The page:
## A.7 Answers to Teaching Week 7 tutorial

### Answers to Sect. 7.2

This is just one box (one

*observation*), but the claim is about the*population mean*. Some boxes will have more than 45, and some fewer.Jake is correct in one sense: You can't have 0.9 of a match.

But the value is the

*mean*number, and that*can*be a decimal. Suppose 10 boxes had 49 matches, and 10 boxes had 50 matches... is the mean 49, or is it 50? Neither are correct; the mean is 49.5.

Jake is confusing the

*sample*and*population*mean. The claim is that the*population*mean is \(45\). The sample produced a mean of \(44.9\).Why should the mean of two different things be the same? It's like expecting your height and your Mum's height to be the same: they are both heights, but of different things. Why should they be the same?

Of course, every sample will produce a different sample mean. This sample may just have an unusually low number of matches.

Either (1) The manufacturer is lying; or (2) the manufacturer is

*not*lying, and this sample just happens to have a smaller number of matches: (bad) luck.A CI gives some indication of the variation implied by the sample.

The standard error for the mean is \(0.124\div\sqrt{25} = 0.0248\). So the approximate 95% CI is: \(44.9 \pm (2\times 0.0248)\), or \(44.9\pm 0.0496\), or from \(44.85\) to \(44.95\).

No. A 95% CI may or may not contain the population mean. Of course, the manufacturer

*may*indeed be lying... but we'd need to be cautious about making such a bold claim on just this evidence. Ideally, we would repeat this study a few times or take a larger sample. But it*is*looking suspicious...If we had many, many sets of 25 matches boxes, 95% of these sets of 25 would have a mean between 44.85 and 44.95.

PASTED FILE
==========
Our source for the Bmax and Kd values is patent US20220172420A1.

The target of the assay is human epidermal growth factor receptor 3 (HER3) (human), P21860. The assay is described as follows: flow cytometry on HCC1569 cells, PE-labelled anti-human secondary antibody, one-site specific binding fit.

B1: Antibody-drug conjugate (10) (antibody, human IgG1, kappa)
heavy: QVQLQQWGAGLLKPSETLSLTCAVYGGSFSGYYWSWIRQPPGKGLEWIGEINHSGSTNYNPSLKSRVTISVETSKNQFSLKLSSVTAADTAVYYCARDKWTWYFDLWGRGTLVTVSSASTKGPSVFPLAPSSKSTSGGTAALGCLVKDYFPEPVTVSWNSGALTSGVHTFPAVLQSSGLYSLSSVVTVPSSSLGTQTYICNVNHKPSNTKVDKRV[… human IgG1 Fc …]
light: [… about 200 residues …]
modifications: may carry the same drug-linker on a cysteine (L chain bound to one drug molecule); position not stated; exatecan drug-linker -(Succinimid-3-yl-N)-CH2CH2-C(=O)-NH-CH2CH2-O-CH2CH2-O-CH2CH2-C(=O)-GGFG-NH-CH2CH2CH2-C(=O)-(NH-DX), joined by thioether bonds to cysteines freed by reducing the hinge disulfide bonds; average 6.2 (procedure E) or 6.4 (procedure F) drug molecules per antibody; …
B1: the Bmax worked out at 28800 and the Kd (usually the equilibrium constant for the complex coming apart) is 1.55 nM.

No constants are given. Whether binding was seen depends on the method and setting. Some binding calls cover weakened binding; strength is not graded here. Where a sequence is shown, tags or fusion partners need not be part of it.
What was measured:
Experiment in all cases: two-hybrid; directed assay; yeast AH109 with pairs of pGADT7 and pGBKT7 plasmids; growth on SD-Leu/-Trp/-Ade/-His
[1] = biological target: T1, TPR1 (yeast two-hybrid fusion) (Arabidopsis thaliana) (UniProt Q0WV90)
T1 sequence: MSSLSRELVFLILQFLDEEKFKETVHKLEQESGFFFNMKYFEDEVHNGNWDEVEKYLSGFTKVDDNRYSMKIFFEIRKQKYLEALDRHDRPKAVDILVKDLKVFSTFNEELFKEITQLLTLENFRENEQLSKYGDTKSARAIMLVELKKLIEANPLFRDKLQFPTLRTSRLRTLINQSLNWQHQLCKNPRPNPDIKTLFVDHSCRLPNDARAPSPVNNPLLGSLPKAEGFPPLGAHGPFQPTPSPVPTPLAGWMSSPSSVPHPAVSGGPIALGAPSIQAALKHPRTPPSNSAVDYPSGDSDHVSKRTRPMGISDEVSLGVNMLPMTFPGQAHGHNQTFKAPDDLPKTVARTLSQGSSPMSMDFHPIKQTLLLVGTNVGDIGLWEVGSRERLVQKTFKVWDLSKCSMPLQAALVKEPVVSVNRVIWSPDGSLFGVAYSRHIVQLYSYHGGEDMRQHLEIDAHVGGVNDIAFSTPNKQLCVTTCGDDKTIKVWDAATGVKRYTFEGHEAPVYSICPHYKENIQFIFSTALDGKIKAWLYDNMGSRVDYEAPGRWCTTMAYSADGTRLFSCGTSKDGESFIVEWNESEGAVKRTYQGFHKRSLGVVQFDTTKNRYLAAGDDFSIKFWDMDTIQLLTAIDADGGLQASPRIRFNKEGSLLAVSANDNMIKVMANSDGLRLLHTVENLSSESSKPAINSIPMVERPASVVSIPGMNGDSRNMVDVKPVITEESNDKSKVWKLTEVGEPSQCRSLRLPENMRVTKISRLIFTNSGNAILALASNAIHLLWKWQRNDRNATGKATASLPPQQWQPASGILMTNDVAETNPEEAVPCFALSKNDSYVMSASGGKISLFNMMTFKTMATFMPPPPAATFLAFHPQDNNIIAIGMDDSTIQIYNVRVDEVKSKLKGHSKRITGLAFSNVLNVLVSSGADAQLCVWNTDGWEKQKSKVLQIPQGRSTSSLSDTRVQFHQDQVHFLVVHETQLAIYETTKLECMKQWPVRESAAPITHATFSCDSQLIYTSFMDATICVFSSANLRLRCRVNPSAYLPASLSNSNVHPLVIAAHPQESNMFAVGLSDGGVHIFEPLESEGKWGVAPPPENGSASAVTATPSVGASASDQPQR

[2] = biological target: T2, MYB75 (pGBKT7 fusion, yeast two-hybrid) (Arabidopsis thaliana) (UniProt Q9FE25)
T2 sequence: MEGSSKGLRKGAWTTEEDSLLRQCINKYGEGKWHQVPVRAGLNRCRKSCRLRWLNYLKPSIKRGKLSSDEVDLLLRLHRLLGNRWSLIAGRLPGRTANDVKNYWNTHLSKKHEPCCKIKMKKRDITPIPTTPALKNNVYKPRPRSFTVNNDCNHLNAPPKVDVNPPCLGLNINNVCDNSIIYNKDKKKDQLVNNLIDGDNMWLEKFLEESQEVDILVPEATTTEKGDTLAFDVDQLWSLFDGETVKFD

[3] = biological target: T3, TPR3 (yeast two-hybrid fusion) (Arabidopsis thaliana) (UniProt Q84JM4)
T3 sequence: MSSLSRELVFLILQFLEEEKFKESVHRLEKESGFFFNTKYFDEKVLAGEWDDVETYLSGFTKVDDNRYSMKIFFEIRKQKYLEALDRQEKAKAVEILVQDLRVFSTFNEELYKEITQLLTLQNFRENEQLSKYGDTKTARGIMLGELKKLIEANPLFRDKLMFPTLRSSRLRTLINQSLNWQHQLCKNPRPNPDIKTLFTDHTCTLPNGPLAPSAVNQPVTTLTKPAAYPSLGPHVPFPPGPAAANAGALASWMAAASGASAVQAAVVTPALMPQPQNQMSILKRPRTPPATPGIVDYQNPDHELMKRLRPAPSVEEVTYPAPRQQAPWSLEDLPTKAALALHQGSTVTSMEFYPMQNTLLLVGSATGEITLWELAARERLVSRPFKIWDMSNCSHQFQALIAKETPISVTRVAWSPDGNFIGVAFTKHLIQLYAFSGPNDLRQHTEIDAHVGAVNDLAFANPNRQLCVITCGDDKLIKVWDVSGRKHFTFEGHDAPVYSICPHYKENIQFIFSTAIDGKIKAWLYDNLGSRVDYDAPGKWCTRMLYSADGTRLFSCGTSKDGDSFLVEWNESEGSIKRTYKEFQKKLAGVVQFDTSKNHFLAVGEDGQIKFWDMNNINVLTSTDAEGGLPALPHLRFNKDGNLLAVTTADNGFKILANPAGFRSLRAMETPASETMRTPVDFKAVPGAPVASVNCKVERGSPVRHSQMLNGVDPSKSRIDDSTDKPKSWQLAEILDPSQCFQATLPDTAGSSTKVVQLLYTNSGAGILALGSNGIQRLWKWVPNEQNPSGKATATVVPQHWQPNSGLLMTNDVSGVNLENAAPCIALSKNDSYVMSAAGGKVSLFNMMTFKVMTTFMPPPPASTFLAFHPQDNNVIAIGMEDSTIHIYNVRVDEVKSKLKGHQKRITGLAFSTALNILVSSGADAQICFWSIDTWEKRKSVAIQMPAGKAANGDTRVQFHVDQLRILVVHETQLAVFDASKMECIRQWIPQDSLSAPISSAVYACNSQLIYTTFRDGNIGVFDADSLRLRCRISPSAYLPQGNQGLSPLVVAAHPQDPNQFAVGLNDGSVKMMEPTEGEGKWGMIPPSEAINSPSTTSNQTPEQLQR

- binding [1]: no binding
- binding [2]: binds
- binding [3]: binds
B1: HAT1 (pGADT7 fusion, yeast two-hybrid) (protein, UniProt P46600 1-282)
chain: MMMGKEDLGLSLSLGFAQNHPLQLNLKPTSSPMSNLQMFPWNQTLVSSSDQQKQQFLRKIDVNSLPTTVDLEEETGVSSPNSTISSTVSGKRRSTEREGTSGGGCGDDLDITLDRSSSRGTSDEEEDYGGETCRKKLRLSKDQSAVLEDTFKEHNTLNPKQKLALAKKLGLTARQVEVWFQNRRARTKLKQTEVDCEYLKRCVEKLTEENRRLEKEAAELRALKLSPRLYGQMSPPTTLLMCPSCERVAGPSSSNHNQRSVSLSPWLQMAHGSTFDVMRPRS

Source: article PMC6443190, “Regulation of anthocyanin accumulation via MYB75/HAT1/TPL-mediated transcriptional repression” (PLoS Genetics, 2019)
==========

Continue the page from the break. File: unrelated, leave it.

\(\bar{x}\) is the mean of the sample, so \(\bar{x} = 44.9\).

\(\mu\) is the mean of the population; the true mean if you like. \(\mu\) is

*claimed*to be 45, but the the value of \(\bar{x}\) will, of course, vary.

### Answers to Sect. 7.3

\(\mu\) is the population mean diameter size of

*all*EB pizzas; \(\bar{x}\) is the mean diameter of the pizzas in the sample.\(\bar{x} = 11.486\) inches; It's not sensible to quote the diameter to \(0.001\) of a cm; what is sensible?

We don't know the value of \(\mu\), and we never will. Our best

*estimate*is the value of \(\bar{x}\).\(s=0.24658\) inches. It's not sensible to quote the diameter to \(0.001\) of a cm though.

\(\sigma\) is the standard deviation of the population. We don't know the value of \(\sigma\), and we never will.

\(\displaystyle\text{s.e.}(\bar{x}) = s/\sqrt{n} = 0.24658/\sqrt{125} = 0.02205\).

The first measures the variation in the diameters of individual pizzas; the second measures the precision of the sample mean when used to estimate the population mean.

Almost certainly not the same. Probably close to \(\bar{x}=11.486\) inches. More precisely, probably within three standard errors (\(3\times 0.022\)) of \(\bar{x}\).

Normal; mean \(\mu\); std. dev is the standard error of 0.02205.

The approximate 95% CI is \(11.486\pm (2\times 0.02205)\) or \(11.486\pm0.044\), which is from 11.44 to 11.53 inches.

Based on the sample, a 95% confidence interval for the population mean for the pizza diameter is between \(11.44\) and \(11.53\) inches.

\(n>25\)

**or**\(n\le 25\) and population has normal distribution.We do not need to

**assume**that \(n>25\) because we know that it is. (We do*not*require that the sample or the population has a normal distribution. We require that the*sample means*have an approximate normal distribution, which they will if \(n>25\).) So the CI is statistically valid.Population mean diameter probably not 12 inches based on the CI.